What Language Should You Build Your App With?

Mobile developers across the globe have developed and released more than 650,000 iPhone apps, 400,000 iPad apps, and 600,000 apps for Android. Are you thinking about building an app? A key step in the process is choosing the right programming language, which depends on how scrappy you’re willing to be.

Make sure you’ve researched cross-platform app design and reviewed the common pitfalls of developing your app. Decide on your audience and what platform you’ll use, and then weigh your options to select a language.

What languages have you used to build your app, and why did you choose that one? Let us know in the comments.

Objective-C


Objective-C is the iOS standard, considerd the “correct” language, according to Stephen Kaliski, who works for NYC-based start-up Poptip. The iPhone — and all iOS programming for that matter — is written in Objective-C through Apple’s Xcode integrated development environment (IDE).

Advantages of using the iOS standard of Objective-C are the following: It’s high performance, so you get to make use of the phone’s actual functions, such as the camera. Plus, there’s a larger developer community that new app developers can reach out to for help. Additionally, coding your iPhone app in Objective-C allows the app to match the ‘feel’ of all iOS supported devices. “You can write universal apps which operate on both iPhone and iPad,” says Kaliski.

However, there are some difficulties with Objective-C programming. For one, the language is not necessarily easy to learn. Furthermore, some elements of Xcode are much different than your typical development process. Finally, Objective-C does not allow the app to be scaled to other platforms, such as Android phones or Windows phones.

On the scrappier side, iPhone apps can be written as web apps. A web app doesn’t require as sophisticated a language as Objective-C — they’re usually written in HTML, CSS or JavaScript. Plus, web apps can use certain functions of the iPhone; with HTML5, you can develop web apps for iPhones with location or rotation features. Still, web apps are limited. Developers building web apps won’t be able to integrate core functionalities of the device, such as sending text messages, nor will developers be able to take advantage of App Store features, like app payments and updates.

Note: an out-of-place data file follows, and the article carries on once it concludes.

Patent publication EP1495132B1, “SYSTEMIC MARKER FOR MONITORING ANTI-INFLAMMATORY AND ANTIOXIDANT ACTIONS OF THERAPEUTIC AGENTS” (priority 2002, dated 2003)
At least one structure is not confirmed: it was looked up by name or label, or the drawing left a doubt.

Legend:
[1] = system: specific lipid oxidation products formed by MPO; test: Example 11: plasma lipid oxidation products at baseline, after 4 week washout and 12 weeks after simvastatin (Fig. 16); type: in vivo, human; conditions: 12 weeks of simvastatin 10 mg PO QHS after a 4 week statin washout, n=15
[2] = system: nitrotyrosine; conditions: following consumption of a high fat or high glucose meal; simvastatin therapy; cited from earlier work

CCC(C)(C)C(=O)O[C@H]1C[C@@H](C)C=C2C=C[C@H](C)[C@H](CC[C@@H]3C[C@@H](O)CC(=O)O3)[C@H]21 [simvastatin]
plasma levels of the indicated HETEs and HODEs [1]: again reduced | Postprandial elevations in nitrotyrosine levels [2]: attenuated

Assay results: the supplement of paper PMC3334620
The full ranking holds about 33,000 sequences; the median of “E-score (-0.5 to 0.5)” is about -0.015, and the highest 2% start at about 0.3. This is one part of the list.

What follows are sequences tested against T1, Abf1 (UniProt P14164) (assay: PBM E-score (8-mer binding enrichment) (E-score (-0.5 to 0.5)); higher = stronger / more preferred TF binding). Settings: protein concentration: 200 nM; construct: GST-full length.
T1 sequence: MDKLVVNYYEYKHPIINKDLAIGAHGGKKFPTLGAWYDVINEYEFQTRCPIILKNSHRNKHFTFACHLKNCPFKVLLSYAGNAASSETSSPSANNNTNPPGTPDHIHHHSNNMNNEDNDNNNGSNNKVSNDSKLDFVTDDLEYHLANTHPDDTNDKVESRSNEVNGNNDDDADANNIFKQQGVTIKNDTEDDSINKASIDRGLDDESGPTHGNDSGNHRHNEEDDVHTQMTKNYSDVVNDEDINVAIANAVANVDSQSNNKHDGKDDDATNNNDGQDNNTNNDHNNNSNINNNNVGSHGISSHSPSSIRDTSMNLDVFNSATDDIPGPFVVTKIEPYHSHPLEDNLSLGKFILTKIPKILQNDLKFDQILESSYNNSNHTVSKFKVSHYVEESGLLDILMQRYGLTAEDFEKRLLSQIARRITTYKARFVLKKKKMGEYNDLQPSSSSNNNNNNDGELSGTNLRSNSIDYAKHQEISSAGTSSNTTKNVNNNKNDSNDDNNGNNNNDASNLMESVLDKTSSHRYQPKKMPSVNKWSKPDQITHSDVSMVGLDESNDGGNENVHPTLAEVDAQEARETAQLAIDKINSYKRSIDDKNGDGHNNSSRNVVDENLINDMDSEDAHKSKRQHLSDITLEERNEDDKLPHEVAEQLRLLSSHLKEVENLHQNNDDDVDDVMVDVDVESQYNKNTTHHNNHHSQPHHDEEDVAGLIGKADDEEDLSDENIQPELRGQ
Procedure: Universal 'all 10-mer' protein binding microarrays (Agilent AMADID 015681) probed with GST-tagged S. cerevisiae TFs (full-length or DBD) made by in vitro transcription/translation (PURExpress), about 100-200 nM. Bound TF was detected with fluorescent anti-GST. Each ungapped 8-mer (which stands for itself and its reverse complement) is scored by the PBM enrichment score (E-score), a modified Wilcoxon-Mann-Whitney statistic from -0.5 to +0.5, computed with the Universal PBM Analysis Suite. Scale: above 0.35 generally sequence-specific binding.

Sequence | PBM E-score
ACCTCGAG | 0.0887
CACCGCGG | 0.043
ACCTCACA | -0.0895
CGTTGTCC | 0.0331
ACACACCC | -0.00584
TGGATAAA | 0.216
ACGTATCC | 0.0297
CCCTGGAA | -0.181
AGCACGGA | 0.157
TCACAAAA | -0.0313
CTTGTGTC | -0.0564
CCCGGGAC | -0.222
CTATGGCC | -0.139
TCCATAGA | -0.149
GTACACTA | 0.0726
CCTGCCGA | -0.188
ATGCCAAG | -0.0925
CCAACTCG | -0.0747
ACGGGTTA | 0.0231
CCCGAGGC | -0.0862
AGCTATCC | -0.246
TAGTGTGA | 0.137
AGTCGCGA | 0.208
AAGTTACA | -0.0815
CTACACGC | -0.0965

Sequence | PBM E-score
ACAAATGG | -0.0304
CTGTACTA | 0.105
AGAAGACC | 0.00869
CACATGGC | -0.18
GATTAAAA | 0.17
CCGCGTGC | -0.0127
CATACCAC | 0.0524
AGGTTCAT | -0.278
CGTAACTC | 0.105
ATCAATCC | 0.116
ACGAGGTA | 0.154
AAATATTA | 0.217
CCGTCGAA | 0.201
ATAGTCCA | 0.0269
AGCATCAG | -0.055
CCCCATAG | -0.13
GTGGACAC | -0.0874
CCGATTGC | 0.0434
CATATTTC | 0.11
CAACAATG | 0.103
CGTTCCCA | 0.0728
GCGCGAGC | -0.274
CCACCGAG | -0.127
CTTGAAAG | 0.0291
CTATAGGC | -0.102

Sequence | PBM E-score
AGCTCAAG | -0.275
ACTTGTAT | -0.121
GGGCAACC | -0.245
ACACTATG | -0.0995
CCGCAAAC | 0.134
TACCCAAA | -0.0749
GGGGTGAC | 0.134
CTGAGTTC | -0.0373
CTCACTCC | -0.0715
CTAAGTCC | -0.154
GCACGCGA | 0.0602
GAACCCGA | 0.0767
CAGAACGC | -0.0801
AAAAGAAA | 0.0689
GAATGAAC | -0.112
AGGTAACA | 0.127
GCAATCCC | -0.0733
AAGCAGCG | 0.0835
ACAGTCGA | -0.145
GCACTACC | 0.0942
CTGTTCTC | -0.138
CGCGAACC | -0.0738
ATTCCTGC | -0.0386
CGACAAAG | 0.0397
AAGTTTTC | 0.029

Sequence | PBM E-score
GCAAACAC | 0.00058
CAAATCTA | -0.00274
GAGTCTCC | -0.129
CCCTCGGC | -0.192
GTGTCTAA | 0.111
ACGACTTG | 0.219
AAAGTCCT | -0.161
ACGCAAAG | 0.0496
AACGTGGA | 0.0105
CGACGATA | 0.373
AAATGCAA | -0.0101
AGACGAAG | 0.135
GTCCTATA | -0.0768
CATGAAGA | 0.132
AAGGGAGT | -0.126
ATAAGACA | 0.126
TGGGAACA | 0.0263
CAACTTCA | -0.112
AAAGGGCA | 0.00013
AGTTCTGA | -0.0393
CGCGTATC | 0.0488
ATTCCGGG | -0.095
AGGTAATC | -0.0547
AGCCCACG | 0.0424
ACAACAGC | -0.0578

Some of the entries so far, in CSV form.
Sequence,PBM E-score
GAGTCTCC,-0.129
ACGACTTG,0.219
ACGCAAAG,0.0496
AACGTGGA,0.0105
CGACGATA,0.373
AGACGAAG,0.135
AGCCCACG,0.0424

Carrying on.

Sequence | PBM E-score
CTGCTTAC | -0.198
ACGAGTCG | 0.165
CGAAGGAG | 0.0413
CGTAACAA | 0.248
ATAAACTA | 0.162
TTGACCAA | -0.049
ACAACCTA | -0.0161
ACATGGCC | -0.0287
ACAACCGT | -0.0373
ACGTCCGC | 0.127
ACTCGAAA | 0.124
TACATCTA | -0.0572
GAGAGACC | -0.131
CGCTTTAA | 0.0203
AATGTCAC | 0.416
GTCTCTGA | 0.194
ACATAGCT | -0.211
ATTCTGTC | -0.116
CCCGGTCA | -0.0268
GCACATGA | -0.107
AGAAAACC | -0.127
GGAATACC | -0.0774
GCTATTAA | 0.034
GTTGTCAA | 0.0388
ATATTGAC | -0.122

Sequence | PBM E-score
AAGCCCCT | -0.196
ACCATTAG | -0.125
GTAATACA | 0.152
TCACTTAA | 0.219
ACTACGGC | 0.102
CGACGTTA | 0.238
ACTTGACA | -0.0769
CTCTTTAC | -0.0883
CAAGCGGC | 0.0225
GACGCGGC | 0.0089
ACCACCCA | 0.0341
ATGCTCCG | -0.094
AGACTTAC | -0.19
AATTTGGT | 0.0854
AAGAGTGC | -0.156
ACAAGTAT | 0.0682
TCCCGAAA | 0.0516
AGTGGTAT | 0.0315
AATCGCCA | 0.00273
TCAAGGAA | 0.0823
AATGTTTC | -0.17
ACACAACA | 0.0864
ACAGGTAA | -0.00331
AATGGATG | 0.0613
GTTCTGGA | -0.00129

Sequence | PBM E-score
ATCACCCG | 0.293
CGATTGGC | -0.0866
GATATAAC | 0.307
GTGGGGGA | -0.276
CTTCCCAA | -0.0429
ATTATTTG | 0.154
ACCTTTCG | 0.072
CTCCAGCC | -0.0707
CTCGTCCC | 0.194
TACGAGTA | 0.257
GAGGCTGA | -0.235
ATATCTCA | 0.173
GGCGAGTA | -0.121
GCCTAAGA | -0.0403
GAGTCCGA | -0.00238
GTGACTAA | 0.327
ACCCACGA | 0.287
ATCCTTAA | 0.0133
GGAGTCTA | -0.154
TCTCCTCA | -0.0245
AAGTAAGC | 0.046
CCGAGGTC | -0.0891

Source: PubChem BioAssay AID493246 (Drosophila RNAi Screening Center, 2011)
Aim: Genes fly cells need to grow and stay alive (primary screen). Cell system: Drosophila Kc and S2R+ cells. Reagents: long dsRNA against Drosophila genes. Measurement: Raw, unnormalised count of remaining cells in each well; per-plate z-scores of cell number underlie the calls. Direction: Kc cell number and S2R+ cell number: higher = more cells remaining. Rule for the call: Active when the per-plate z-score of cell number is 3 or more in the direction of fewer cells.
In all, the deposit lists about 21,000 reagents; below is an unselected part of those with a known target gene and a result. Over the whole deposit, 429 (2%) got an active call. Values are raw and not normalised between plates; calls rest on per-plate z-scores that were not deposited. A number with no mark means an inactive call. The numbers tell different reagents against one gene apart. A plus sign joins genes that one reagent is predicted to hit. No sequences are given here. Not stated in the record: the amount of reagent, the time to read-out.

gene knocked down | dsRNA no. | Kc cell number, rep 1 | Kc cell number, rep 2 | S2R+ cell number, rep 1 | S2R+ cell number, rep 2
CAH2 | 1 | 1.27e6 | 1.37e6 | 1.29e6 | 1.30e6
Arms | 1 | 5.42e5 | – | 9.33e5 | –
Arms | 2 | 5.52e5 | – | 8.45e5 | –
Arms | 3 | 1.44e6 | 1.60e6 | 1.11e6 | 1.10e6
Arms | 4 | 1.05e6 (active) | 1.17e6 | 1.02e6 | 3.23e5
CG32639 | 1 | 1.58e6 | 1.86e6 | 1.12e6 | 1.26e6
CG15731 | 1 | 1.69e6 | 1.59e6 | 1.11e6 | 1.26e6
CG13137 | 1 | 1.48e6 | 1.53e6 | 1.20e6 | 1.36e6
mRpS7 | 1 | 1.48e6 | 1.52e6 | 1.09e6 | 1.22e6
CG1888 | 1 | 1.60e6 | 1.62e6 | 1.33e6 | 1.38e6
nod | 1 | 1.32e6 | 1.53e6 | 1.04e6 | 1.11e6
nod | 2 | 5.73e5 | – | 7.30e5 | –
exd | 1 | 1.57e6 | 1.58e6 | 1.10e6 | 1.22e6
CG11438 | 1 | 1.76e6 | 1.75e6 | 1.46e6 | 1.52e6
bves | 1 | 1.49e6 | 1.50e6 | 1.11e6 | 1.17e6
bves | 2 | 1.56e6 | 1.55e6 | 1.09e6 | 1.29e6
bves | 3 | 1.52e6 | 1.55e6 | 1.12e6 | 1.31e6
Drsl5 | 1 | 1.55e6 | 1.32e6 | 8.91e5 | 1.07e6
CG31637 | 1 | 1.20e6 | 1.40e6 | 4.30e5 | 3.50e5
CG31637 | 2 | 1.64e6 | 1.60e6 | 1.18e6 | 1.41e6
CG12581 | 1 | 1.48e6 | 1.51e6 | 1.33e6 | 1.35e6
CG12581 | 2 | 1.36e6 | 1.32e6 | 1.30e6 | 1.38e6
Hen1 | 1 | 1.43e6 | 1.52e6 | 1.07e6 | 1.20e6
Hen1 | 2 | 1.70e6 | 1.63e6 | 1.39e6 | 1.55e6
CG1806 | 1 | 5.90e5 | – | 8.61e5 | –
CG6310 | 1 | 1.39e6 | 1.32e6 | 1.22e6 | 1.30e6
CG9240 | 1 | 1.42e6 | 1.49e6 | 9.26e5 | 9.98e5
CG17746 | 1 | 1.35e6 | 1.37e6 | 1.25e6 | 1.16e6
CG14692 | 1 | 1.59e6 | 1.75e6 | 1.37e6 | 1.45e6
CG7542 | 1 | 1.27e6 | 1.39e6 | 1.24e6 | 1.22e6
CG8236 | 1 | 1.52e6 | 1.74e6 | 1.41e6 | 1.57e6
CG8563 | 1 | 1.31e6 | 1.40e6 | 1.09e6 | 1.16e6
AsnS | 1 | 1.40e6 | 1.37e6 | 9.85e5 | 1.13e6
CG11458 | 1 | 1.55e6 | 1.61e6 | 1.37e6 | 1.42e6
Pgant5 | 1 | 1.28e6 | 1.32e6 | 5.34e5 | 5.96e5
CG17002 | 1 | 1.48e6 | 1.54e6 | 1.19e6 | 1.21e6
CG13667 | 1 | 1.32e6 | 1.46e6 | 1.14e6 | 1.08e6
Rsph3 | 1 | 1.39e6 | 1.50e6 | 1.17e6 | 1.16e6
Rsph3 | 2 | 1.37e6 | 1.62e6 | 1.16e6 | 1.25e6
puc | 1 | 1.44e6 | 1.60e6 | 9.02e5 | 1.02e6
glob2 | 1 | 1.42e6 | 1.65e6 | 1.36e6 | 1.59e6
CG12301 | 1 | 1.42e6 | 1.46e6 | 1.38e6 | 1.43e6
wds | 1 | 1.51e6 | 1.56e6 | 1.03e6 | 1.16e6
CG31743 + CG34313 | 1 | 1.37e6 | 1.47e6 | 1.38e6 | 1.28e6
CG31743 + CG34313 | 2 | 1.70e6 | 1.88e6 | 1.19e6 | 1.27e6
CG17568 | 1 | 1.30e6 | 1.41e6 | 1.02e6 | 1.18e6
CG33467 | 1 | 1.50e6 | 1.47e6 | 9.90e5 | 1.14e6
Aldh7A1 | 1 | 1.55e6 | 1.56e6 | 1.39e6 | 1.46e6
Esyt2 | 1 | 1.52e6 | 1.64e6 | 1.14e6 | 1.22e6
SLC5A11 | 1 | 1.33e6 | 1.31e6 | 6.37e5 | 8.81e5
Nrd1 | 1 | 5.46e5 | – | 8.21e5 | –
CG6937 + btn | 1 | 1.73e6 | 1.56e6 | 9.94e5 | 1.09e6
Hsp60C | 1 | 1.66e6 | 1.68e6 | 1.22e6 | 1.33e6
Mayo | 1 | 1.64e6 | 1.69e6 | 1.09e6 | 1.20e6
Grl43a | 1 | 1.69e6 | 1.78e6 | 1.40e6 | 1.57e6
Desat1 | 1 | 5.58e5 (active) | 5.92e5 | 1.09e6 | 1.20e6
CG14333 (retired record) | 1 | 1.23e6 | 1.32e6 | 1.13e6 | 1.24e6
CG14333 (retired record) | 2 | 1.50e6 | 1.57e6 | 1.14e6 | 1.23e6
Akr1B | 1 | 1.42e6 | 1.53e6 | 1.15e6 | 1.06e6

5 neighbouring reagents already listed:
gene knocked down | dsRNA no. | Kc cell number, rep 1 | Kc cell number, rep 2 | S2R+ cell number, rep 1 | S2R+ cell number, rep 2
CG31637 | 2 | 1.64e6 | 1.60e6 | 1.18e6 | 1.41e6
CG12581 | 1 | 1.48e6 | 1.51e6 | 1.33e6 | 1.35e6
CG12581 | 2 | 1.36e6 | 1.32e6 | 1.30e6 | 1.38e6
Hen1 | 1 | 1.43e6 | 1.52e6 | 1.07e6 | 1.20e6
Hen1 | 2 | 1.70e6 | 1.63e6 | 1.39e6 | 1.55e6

Some argue that a mobile web app avoids the issue of scalability, since it can be used across platforms. Web apps also allow developers to bypass the Apple store’s strict update rules. Compared to Objective-C, HTML, CSS and JavaScript have easier learning curves and even larger communities to reach out to for support.

JavaScript (Plus CSS and HTML)

JavaScript isn’t going anywhere soon; it’s the language of most web browsers and apps, and the JavaScript language likely will continue to be developed and improved. Web browsers don’t really need a new language — there aren’t any major problems in usage and development, and as the old adage goes, if it ain’t broke, don’t fix it.

“In my mind there is absolutely no way you can get companies like Google, Apple, Microsoft, Mozilla and Opera to all agree on a new language that they’re going to spend millions and millions of dollars implementing,” says Charlie Robbins, CEO of Nodejitsu. “They consider language a very solved problem.” JavaScript’s relatively simple capabilities assist with streamlining development as well. “JavaScript is a kind of fun language that also works in browsers, so you can hire for a single competency within your corporation, and it really streamlines the management of your team,” he adds.

On top of that, CSS and HTML, if used together, allow the separation between structure and filing, which some competing front-end capabilities have missed, says Robbins.

Node.js


Robbins specializes in Node.js cloud language development. Formerly a .NET and Ruby programmer, he saw an opportunity in Node.js when he observed programs like Silverlight and Flex fail in front-end programming. Robbins began working on JavaScript full-time and formed Nodejitsu about six months later, building efficient clouds to support application development. Robbins says Node.js is relatively easier to use because it circumvents the utility development step in the app-building process. “With Node.js, most of those utility functions that you would want and need have already been written for you, and are available in PM (package manager), which I see as a strength and not a weakness,” Robbins says.

Ruby


Ruby, apt for functional programming of web apps, combines utilities for a more streamlined development process. Robbins, who previously worked with Ruby, doesn’t necessarily see this as a positive feature. “One of the problems with Ruby is that engineers see a function that is built into a language, and they therefore think it’s fast — they don’t dig into the implementation of that function as a language,” he says. Robbins recommends using a third-party utility instead, for better all-around understanding of the app and its development. “When you’re using a third-party utility that you know is third-party, your natural skepticism is higher, and you’re going to look at that code and see what’s slow and what’s not. Ultimately you’ll have a better understanding of how exactly your application is running,” he says.

The creation of new languages and improvement of existing languages harvests healthy competition within the app world, a strength in the ever-developing industry. It is up to app developers to determine which language is right for them, always keeping in mind efficiency and functionality.

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